Happy New Year! Libertarians in North Carolina are more organized and more prepared for success than ever before. This is after the LPNC Executive Committee approved the recommendations of a strategic planning effort outlining key initiatives for the coming three election cycles. The results-oriented plan sharpens and focuses efforts in areas which are vital to strengthening our effectiveness in local, state and federal elections.Read more
These resolutions were written by the late Harry Browne in 1998. They are as valid for 2015 as they were then.
by Harry Browne
1. I resolve to sell liberty by appealing to the self-interest of each prospect, rather than preaching to people and expecting them to suddenly adopt my ideas of right and wrong.
2. I resolve to keep from being drawn into arguments or debates. My purpose is to inspire people to want liberty—not to prove that they're wrong.
3. I resolve to listen when people tell me of their wants and needs, so I can help them see how a free society will satisfy those needs.
4. I resolve to identify myself, when appropriate, with the social goals someone may seek—a cleaner environment, more help for the poor, a less divisive society—and try to show him that those goals can never be achieved by government, but will be well served in a free society.
5. I resolve to be compassionate and respectful of the beliefs and needs that lead people to seek government help. I don't have to approve of their subsidies or policies—but if I don't acknowledge their needs, I have no hope of helping them find a better way to solve their problems.Read more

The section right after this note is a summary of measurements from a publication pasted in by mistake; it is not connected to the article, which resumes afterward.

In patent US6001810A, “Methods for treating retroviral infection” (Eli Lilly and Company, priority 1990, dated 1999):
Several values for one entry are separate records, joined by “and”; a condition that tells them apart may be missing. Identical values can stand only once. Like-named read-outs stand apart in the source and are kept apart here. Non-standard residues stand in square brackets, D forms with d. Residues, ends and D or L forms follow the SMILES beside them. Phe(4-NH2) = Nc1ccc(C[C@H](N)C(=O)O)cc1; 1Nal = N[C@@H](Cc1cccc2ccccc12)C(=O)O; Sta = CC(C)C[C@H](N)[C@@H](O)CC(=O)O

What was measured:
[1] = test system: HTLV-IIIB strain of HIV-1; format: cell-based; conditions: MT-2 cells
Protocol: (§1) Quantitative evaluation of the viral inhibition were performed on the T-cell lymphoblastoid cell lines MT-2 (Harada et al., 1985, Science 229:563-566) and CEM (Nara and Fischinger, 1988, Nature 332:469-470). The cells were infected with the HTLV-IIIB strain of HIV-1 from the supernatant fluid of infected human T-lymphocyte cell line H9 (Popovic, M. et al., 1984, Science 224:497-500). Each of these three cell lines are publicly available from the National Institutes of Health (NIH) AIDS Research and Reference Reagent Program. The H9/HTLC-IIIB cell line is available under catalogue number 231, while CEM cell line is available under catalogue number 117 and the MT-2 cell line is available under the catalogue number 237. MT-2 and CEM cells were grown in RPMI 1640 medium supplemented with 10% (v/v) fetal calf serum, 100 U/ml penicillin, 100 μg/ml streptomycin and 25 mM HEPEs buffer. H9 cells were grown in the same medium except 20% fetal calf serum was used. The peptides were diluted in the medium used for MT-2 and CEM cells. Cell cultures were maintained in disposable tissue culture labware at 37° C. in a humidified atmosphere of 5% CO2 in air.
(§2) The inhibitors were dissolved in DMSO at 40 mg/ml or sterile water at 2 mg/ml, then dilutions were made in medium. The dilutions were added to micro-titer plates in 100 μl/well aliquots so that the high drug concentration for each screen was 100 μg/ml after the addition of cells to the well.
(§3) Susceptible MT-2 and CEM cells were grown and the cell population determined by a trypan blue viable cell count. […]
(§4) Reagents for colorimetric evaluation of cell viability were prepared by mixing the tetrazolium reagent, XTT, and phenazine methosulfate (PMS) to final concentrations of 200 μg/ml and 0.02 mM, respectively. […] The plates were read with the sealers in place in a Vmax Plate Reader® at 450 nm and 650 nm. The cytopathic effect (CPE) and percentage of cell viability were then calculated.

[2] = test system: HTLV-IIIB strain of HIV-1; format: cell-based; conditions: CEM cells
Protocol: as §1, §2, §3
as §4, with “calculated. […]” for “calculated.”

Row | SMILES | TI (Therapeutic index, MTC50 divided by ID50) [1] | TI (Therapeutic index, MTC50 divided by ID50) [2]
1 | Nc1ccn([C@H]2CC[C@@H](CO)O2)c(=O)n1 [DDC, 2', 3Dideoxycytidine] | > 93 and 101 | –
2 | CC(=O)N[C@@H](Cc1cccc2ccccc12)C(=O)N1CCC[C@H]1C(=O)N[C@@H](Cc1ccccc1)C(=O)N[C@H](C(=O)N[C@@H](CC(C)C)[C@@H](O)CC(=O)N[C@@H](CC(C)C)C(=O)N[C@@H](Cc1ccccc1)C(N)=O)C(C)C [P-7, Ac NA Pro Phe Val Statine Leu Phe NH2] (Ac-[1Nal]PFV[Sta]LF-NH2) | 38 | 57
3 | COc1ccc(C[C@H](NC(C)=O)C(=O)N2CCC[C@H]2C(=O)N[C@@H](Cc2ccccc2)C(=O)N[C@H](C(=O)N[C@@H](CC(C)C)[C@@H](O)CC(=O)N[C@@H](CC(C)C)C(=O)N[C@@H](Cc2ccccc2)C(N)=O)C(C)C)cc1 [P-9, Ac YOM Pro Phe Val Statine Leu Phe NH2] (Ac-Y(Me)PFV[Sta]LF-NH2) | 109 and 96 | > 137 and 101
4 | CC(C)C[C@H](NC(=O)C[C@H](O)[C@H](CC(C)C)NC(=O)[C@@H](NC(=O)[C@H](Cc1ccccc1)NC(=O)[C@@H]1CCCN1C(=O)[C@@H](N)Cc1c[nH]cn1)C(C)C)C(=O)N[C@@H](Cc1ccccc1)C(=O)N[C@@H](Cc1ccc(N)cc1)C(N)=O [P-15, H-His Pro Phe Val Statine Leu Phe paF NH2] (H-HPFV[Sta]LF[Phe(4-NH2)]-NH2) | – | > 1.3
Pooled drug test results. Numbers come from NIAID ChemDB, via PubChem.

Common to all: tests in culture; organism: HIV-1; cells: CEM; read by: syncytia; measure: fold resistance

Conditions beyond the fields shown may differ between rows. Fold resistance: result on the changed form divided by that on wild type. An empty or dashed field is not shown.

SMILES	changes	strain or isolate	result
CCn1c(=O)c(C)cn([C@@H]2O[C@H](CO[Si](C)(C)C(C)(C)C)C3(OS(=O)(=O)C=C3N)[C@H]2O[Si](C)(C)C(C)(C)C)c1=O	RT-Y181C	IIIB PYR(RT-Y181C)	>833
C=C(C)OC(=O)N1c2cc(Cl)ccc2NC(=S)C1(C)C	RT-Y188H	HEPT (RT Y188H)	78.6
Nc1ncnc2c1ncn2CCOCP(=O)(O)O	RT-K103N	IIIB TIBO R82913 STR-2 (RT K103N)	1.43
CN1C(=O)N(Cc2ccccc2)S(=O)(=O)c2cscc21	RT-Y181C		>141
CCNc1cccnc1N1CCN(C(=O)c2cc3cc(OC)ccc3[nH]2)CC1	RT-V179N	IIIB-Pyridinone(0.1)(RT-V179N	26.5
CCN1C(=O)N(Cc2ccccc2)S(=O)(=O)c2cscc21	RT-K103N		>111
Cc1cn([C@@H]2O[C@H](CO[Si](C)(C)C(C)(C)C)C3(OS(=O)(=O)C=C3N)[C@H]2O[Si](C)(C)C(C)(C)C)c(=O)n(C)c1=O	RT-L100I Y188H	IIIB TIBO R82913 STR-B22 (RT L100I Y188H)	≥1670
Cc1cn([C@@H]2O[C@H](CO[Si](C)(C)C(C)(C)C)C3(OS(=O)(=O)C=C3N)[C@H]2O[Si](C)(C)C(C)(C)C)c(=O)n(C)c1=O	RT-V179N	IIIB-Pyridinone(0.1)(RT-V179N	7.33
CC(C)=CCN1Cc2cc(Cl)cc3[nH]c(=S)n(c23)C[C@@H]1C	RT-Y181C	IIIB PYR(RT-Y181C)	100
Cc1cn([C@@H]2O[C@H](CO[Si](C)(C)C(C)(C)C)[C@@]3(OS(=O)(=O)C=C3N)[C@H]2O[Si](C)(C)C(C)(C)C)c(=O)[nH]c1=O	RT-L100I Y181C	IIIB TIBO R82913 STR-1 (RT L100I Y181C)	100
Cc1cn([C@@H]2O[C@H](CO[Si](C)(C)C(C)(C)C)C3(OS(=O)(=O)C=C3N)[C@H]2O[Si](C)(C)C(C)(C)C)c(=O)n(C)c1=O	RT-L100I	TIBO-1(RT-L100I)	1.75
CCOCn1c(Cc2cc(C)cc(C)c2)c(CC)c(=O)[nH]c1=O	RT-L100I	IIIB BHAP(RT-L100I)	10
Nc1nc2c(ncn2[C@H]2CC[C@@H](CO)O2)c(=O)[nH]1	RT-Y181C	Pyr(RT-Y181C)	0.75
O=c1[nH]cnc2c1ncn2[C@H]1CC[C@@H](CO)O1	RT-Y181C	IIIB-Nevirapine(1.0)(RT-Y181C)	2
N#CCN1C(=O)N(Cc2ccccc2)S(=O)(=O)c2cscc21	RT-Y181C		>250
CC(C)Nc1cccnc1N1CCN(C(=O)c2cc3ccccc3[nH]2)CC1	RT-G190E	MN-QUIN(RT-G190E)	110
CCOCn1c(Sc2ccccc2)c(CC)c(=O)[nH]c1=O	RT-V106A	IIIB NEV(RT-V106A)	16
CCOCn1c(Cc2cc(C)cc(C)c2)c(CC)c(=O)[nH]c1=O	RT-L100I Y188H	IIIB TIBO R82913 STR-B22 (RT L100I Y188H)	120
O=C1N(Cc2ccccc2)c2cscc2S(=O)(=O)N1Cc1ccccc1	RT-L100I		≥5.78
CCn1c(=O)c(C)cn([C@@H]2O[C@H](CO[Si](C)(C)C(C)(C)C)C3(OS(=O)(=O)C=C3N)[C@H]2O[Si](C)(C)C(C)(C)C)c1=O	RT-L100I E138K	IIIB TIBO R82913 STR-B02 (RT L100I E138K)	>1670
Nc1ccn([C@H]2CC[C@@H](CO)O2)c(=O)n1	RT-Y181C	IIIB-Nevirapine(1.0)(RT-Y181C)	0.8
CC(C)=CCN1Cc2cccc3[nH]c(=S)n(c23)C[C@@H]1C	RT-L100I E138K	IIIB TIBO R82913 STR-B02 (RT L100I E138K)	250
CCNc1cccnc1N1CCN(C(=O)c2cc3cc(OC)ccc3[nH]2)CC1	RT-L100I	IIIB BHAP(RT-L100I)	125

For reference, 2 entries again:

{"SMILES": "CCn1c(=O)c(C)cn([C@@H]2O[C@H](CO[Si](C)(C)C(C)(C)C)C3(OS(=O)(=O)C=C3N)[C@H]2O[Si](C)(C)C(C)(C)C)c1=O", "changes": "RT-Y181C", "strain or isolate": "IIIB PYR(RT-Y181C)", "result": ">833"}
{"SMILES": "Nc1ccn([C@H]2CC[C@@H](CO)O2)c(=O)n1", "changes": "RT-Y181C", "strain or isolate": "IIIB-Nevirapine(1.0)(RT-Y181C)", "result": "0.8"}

A Libertarian Christmas Classic
(Editor's Note: George Getz wrote "Will the Feds Bust Santa Claus?" in 1999, when he was Libertarian Party Communications Director. This and other libertarian Christmas classics were included in the Dec. 23 Liberator Online, the newsletter of The Advocates for Self Government.)
When Santa Claus comes to town, he'd better watch out — because the federal government may be making a list of his crimes (and checking it twice).
"Hark the federal agents sing, Santa is guilty of nearly everything," said former Libertarian Party press secretary George Getz. "The feds know when Santa's been bad or good — and he's been bad, for goodness sakes."
Does Santa belong in the slammer? Instead of stuffing stockings, should he be making license plates?
Yes, said Getz, if he's held to the same standards as a typical American.Read more
From the The Liberator Online, newsletter of the Advocates for Self Government
There are two significant Bill of Rights milestones to celebrate this week. Today (Dec. 5) is the 81st anniversary of the repeal of the 18th Amendment, prohibition. Dec. 15 is Bill of Rights Day, commemorating the day in 1791 when the Bill of Rights went into effect.
Just three years before repeal in 1933, the “Father of National Prohibition” and author of the 18th Amendment, Texas U.S. Sen. Morris Sheppard, had said, “There is as much chance of repealing the 18th Amendment as there is for a hummingbird to fly to the planet Mars with the Washington Monument tied to its tail.”
"I love that quote," said Sharon Harris, Advocates for Self Government president. "Those of us fighting to end the War on Drugs can take heart from it."
When Sen. Morris made his declaration, Prohibition had been a part of U.S. law for nearly a decade. It must have seemed to many to be a permanent fixture of American life.
In a Cato Institute study "Alcohol Prohibition Was a Failure" economist Mark Thornton sums up the bitter fruit of this disastrous policy:
"Although consumption of alcohol fell at the beginning of Prohibition, it subsequently increased. Alcohol became more dangerous to consume; crime increased and became 'organized;' the court and prison systems were stretched to the breaking point; and corruption of public officials was rampant. No measurable gains were made in productivity or reduced absenteeism. Prohibition removed a significant source of tax revenue and greatly increased government spending. It led many drinkers to switch to opium, marijuana, patent medicines, cocaine, and other dangerous substances that they would have been unlikely to encounter in the absence of Prohibition."